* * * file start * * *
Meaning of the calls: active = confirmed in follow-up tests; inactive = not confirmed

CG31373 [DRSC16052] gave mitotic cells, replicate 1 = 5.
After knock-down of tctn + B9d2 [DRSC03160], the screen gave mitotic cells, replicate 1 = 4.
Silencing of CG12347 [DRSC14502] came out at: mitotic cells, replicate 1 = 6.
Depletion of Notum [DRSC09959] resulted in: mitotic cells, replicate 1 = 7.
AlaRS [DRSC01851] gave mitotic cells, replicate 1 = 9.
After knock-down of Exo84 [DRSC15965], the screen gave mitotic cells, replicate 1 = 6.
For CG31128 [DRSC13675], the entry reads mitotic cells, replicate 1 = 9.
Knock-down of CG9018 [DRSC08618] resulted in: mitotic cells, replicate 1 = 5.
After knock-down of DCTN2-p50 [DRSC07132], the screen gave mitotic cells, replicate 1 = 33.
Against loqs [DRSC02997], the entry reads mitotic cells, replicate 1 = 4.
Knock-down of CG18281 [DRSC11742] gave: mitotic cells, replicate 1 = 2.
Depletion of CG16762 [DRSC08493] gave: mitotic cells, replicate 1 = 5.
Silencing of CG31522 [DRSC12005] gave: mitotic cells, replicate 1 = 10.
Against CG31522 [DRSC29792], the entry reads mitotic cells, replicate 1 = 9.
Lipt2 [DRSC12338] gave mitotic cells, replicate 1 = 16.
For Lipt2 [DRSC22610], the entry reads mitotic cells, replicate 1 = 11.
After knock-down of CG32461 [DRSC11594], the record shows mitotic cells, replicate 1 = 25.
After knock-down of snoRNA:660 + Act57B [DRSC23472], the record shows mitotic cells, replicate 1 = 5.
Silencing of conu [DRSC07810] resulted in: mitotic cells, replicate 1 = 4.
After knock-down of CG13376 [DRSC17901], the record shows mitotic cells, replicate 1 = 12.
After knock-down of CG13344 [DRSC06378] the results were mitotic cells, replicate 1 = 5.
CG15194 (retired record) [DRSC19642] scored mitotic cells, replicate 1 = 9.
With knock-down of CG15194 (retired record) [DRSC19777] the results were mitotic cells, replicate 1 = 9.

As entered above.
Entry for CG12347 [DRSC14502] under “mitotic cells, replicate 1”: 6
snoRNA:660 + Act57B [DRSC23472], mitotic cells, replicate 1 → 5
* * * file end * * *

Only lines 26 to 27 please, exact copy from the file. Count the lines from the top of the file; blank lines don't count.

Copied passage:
Entry for CG12347 [DRSC14502] under “mitotic cells, replicate 1”: 6
snoRNA:660 + Act57B [DRSC23472], mitotic cells, replicate 1 → 5